• Use standard aluminium rails: simplify manufacturing and reduce costs, while being rigid and lightweight.

2.1.3 K5 modeling

Measurements of the DSLR case and lens :
Approx. 131 mm (W) × 97 mm (H) × 73 mm (D) for the case (excluding protrusions)

I’m trying to determine:

  1. The center of gravity with a homemade DIY, in order to exploit it in the digital model.
  2. The position of the nodal point, in order to correctly place the K5 on the axis of rotation of the panoramic head (see chapter: Search for the modal point). Search for the center of gravity

To determine the centre of gravity it is necessary to attach the K5 by a wire which represents an axis, and to determine on this axis its position in equilibrium with the spirit level. Reproduce this on the different axes. The intersection of the axes makes it possible to find the centre of gravity.

The search for the centre of gravity Search for the modal point

To avoid a parallax effect, i.e. the photos do not overlap correctly during panoramic stitching, the positioning of the camera in relation to the centre of rotation of the panoramic head must be calibrated.

A common way to do it:

  1. Place the camera on the panoramic head.
  2. Place a vertical line 20/30 cm from the camera, e.g. a cocktail stick.
  3. Aim a very far vertical line, greater than 500m (e.g. a radio masts) so that the two lines are confused.
  4. Rotate the camera.
  5. Adjust the position of the camera so that the axes always the same regardless of the position of the camera.
  6. The calibration is optimal when the rotational axes of the panoramic head and the nodal point are coaxial.

For more details :

2.1.4 Engine specifications

To carry out the kinematic modeling, I took into account the dimensions, dimension, positioning, mass and inertia of the following elements:

  • Engine specifications.
  • Characteristics of the rails (chassis and cradle).
  • Characteristics of the fixing devices.
  • Characteristics of the transmission components (pulley, belt).
  • Characteristics of the K5.

To calculate the necessary engine torque, I used the “meca” software from solidworks. The variables on which I acted during the dynamic simulation to ensure that the torque is compatible with the engine :

  • Place the position of the centres of gravity of the heavy elements (motor, K5) as close as possible to the axes of rotation.
  • Vary the acceleration of the engines.
  • Dimension the pulleys.
  • Choose an admissible torque of the motors according to the supplier’s descriptions.

In conclusion, I chose a stepper motor with an epicyclic gearbox because it allows :

  • To create a very gradual acceleration curve. Indeed with a reducer it takes more steps to make a complete revolution.
  • Access to larger engine torque using the reducer.
  • To have an “anti-return” effect. The engine does not need to be powered to lock the axis in its position.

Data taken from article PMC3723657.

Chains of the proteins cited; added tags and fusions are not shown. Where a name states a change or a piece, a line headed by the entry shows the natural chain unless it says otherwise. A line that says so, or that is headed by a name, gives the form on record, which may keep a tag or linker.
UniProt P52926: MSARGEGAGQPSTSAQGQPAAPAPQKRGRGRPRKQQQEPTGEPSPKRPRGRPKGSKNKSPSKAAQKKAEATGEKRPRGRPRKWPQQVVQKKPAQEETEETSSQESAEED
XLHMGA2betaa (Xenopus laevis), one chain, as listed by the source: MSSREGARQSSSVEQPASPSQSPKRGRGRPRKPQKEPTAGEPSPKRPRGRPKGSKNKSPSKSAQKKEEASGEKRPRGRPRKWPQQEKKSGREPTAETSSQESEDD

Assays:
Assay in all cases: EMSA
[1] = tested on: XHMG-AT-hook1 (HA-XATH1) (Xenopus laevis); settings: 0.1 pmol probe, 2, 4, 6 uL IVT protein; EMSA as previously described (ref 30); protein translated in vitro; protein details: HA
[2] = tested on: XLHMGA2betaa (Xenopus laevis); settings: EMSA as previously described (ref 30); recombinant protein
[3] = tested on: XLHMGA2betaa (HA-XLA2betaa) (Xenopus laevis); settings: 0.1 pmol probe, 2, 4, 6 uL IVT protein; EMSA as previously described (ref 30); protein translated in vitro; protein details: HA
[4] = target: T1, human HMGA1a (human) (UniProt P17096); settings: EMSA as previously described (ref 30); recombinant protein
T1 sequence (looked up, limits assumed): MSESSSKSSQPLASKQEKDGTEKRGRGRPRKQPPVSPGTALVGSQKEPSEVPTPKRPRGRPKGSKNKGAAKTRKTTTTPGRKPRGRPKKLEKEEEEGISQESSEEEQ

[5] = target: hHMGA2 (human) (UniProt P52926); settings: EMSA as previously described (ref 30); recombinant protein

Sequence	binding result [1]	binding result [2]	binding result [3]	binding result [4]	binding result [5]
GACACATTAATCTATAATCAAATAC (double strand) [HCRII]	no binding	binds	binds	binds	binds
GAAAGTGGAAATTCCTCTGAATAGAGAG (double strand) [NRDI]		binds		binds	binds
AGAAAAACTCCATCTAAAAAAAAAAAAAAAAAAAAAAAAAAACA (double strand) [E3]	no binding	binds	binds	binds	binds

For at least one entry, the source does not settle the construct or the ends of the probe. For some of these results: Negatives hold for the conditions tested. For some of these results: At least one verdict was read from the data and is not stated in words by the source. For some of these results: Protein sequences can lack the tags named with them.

From the simulation of the panoramic head, I get a curve representing the engine torque as a function of time. The result of the simulation shows that with a gear ratio of 50.9:1 the maximum motor torque is 40 N.cm.

Engine torque simulation

The selected engine is:

  • Type: Nema 17 (distance between fixing screws 42mm)
  • Torque: 44Ncm
  • Current: 1.68A
  • Reduction: 50.9: 1 (step of 0.035 °)

Stepper motor

2.1.5 Characteristics of transmission devices

The kinematic modeling, allowed me to dimension the fourth pulleys:

The two identical pulleys of the chassis:

  • Reduction: 1
  • Tooth profile: GT3
  • Number of teeth: 42

The two pulleys of the cradle:

  • Reduction: 1.62
  • Tooth profile: GT3
  • Number of teeth: 24 (motor) and the other 38 (axis)

The belt

To get an accurate adjustment of the pulley and belt, the manufacturing conditions must be taken into consideration. To do this, I printed several pulleys in 3D, adjusting the dimensions of the digital model as I went along, until I got a perfect grip between the belt and the pulley.

The cradle pulley

2.1.6 Chassis and cradle characteristics

At this stage of the study, the digital model of the panoramic head allows me to verify :

  • the size of the aluminium rails of the chassis and the cradle.
  • that there is no collision between the parts by simulating the movements of the panoramic head
  • the overall aesthetic appearance

2.1.7 Fixing the rails

The rails are fixed together with plates and brackets made of Plexiglas, a rigid but brittle material with a thickness of 3mm. The 5mm diameter CHC nuts and screws are well suited because the nuts slide inside the rail groove.

2.1.8 Design of printable parts

When designing the parts, i.e. defining the shapes and dimensions, you have to take into consideration how they will be printed.

This is information acquired through feedback:

  • The dimensions of the parts are limited by the size of the machine. In the case of the project, my 21cm X 29cm printer is suitable.